You have to have the following items attached to the affidavit: verification of ownership was required, so the lien on the storage unit had to look up the owner. copies of notices sent to the owner and lien holder that sound familiar, the same as California. The copy of the newspaper ad sounds familiar. They also have to send a copy of the storage rental agreement. So in order to do this, you have to have a signed agreement from the vehicle owner stating that you’re storing the vehicle. And then it has rules. It says I certify that the default was more than 45 days and that I have complied with all requirements of the self-storage act 58113, including all the statutes. Well, let’s take a look at the instructions for the requirements. Before a lien may be enforced, the operator must send notification by default, not less than seven days. Restricted mail notices are also to be sent to any lien holder by certified mail. At least seven days before the sale, you have to advertise it. We talked about the rental agreement. A vehicle may be sold at public auction, and it has to hold funds. in case the person comes forward afterwards. See if there are any other requirements under KSA 813. It doesn’t look like it’s clickable, so it’s very similar. Most states have the same requirements. Vehicles or anything that’s titled are separate from the norm. Abandoned vehicle or lien sale items So if you are wondering, the moral of the story is this: If you are a storage facility, you probably already know this, but make sure that you’re aware of the requirements for selling a titled motor vehicle.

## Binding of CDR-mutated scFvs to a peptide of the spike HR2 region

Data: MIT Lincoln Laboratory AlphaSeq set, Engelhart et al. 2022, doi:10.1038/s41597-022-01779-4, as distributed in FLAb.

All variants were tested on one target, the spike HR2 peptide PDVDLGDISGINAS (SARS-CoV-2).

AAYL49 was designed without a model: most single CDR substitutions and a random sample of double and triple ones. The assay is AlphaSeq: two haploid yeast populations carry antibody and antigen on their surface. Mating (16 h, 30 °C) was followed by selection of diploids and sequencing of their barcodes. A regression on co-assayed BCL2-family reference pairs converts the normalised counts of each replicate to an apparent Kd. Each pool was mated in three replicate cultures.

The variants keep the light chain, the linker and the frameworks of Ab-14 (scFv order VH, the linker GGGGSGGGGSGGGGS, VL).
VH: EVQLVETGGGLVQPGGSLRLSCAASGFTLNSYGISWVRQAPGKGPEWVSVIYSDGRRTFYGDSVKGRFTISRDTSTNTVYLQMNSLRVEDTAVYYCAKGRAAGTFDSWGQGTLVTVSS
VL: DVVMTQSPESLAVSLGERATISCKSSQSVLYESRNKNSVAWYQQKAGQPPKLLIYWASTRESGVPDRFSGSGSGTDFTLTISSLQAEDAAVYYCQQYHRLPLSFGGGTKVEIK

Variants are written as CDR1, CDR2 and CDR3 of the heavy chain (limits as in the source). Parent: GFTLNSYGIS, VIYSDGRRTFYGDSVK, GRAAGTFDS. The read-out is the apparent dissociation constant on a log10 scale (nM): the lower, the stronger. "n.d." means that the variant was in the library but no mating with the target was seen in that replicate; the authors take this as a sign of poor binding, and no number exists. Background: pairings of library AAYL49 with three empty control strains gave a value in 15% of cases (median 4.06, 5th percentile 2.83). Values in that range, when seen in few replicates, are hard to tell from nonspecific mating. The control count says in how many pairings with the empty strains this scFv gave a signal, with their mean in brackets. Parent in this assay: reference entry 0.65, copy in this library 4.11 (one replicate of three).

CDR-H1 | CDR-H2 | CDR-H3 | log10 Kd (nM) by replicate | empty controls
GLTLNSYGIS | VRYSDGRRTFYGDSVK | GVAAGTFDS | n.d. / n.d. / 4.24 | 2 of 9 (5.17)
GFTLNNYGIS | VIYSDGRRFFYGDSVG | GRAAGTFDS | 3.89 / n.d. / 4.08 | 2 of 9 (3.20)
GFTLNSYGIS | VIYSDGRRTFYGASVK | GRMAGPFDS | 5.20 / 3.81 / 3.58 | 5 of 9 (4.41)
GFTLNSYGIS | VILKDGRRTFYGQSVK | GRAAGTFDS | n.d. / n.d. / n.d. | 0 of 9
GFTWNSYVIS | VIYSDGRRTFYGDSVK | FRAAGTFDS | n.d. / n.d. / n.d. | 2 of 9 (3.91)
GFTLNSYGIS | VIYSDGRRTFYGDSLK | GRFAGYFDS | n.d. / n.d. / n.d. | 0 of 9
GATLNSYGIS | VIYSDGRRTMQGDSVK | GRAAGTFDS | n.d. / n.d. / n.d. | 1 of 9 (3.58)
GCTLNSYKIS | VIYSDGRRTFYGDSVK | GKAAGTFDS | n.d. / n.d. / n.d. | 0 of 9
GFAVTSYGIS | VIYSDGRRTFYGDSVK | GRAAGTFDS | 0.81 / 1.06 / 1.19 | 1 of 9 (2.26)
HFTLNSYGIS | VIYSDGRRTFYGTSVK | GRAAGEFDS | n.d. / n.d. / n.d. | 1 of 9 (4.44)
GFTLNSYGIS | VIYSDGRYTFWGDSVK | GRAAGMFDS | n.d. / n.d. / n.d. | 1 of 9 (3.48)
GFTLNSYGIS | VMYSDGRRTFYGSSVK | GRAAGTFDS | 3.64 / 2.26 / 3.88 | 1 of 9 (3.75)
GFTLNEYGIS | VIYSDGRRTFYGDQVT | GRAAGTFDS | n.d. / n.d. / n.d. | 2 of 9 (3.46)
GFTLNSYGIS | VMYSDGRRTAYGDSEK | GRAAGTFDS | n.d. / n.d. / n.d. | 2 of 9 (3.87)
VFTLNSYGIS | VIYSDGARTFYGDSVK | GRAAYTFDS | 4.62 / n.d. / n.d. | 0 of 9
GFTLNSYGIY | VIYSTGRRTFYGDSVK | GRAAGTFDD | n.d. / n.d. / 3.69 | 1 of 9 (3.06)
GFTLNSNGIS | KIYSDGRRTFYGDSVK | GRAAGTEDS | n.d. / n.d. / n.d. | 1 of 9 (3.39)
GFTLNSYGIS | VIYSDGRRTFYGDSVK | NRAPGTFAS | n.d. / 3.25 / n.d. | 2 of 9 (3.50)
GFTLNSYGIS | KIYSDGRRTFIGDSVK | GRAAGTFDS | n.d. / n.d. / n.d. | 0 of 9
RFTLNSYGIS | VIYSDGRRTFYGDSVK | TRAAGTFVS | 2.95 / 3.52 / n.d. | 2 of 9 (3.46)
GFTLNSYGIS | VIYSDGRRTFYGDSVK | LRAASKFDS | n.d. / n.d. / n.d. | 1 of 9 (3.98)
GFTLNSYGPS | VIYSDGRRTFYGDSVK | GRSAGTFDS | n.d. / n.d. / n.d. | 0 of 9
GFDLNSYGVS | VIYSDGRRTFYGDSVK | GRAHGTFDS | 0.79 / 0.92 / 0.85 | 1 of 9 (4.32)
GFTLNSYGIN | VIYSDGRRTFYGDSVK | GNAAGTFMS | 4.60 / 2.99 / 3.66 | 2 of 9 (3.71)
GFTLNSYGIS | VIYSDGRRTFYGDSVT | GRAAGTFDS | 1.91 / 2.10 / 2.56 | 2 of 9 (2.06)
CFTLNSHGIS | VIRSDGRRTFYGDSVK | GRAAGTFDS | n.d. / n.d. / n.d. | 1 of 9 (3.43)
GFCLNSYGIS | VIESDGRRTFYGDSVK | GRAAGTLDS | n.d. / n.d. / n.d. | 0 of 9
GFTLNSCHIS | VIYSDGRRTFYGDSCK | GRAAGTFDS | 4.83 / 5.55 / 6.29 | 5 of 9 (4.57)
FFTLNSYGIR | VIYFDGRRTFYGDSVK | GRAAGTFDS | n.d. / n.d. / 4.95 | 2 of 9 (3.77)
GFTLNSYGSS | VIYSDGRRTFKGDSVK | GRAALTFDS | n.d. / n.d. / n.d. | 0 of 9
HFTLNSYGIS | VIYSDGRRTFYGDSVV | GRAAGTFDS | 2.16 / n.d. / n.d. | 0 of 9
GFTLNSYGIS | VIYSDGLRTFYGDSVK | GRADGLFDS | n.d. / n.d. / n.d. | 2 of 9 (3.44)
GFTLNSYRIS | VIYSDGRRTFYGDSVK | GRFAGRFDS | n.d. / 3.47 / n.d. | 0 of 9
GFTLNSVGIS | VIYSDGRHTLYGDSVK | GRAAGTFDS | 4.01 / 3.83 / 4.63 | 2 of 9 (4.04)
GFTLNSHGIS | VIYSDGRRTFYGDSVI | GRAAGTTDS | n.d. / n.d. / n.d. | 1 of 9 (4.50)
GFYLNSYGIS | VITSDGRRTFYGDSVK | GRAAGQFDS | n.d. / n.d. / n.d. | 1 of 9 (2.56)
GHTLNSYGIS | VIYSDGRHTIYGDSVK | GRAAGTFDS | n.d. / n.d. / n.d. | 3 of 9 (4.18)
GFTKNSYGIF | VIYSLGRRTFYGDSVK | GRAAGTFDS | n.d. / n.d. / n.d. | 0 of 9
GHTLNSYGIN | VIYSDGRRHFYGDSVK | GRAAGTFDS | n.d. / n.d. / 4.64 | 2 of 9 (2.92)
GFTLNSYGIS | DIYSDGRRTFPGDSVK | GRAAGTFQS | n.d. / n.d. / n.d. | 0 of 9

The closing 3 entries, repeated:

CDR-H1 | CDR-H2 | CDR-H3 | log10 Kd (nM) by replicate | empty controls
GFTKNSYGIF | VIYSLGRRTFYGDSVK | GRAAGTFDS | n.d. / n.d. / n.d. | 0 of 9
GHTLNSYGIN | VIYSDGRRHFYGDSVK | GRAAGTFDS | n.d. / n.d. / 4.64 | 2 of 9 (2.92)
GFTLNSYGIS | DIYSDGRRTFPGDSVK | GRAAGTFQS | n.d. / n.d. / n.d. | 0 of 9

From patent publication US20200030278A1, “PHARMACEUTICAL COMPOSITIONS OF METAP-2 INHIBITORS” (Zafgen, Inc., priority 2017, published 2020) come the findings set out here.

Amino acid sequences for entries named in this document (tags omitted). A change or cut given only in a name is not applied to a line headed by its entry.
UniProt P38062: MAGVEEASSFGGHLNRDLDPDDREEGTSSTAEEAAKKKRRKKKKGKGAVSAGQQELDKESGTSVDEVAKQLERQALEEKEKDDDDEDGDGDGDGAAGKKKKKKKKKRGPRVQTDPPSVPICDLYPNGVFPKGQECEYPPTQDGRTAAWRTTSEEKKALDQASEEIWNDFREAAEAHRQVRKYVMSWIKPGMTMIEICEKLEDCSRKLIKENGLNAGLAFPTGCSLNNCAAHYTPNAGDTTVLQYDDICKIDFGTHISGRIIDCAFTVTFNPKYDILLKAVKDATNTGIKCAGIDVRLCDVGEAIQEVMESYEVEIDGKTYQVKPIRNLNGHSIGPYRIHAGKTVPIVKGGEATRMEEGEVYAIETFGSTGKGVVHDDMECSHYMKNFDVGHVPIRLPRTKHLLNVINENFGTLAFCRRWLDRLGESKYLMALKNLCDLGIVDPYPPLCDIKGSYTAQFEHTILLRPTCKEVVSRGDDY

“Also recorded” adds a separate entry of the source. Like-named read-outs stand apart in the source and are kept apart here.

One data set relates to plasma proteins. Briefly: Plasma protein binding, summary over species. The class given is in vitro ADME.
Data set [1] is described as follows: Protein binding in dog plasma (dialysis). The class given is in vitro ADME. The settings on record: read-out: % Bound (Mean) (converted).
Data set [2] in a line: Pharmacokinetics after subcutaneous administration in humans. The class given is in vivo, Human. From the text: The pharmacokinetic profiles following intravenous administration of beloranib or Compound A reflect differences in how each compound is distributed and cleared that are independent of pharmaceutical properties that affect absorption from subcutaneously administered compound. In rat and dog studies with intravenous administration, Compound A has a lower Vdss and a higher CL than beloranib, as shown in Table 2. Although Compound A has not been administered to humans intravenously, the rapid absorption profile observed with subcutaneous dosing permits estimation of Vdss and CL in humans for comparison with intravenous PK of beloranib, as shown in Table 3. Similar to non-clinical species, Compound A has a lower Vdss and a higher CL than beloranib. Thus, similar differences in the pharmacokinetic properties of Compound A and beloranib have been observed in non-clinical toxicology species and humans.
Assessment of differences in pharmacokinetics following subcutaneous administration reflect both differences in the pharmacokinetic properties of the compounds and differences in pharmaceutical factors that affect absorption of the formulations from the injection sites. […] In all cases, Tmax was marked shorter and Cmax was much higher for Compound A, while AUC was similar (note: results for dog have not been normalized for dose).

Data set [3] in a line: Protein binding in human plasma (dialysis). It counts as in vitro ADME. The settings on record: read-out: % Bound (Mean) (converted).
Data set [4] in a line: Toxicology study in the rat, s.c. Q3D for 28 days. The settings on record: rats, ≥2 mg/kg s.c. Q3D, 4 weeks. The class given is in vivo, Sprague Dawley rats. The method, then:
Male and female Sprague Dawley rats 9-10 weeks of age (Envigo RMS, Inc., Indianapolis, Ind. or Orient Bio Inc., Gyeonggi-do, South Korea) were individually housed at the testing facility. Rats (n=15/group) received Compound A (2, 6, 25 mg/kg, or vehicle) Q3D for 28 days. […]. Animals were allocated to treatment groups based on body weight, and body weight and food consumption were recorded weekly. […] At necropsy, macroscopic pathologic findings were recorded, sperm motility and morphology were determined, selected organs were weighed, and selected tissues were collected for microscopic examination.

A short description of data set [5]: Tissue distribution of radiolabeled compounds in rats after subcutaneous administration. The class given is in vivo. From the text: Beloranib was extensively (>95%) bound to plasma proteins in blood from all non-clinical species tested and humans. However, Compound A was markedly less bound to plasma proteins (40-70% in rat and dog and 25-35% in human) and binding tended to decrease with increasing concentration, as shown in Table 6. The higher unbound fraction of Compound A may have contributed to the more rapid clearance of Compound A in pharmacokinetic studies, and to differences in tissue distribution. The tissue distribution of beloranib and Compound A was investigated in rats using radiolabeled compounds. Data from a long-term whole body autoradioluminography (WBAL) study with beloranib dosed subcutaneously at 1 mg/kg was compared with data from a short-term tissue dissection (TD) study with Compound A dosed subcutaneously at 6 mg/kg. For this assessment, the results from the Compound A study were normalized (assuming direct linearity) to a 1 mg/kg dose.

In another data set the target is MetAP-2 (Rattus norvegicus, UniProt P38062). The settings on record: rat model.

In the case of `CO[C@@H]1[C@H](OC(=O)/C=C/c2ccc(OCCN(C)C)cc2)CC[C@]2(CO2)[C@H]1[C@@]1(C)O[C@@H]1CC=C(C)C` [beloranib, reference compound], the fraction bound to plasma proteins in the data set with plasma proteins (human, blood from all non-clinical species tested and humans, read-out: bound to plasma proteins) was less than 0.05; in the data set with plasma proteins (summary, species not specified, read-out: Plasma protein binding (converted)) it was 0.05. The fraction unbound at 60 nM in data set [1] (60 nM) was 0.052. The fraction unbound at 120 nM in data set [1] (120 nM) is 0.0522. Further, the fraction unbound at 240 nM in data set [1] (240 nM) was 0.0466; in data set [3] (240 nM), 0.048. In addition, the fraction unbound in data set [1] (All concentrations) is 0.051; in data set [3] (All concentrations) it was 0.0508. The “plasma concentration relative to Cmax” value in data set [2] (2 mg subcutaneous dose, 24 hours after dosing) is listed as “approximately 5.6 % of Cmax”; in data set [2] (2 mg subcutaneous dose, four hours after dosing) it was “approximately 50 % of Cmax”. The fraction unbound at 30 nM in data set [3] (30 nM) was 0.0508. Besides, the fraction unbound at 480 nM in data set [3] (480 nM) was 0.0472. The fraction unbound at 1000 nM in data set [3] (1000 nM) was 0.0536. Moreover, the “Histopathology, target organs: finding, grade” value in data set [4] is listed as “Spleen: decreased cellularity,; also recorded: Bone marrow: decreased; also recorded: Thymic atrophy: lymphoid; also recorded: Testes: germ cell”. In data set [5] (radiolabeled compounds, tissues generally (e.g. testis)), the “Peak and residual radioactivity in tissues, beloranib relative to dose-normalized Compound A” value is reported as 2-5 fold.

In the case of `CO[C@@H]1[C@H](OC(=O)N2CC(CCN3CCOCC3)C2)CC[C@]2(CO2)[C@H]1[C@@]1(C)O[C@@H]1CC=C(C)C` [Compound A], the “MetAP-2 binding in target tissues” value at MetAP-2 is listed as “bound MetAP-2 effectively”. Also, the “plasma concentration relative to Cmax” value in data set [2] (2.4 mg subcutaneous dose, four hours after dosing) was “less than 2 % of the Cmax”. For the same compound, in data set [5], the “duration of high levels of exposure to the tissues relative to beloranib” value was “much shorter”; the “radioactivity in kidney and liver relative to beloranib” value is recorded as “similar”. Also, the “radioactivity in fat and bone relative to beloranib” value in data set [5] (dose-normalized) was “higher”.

Motorcycles, boats, and vessels—sometimes even ATVs—qualify as equipment. Payloaders dig with excavators. Anything that would have a title that you do that separately from your normal process, and may you have an attorney? They’ll give you legal advice about this. If you’re a buyer, you have bought a vehicle from a storage facility, either individually as a vehicle by itself or as part of a storage unit. You might need to make sure that that storage unit went through one of these processes. If not, you may be able to get a title through a bond, prior owner contact, or a court order. But these are probably the ways that they’re going to require that you have gone through, so if you do have further questions about a storage unit titling issue, you can contact us through our website, cartitles.com. We have a customer service desk; email@example.com is the email. and we can give you some more suggestions on your particular case based on your state and what type of vehicle it is to get a new title for that vehicle that you bought at a storage unit.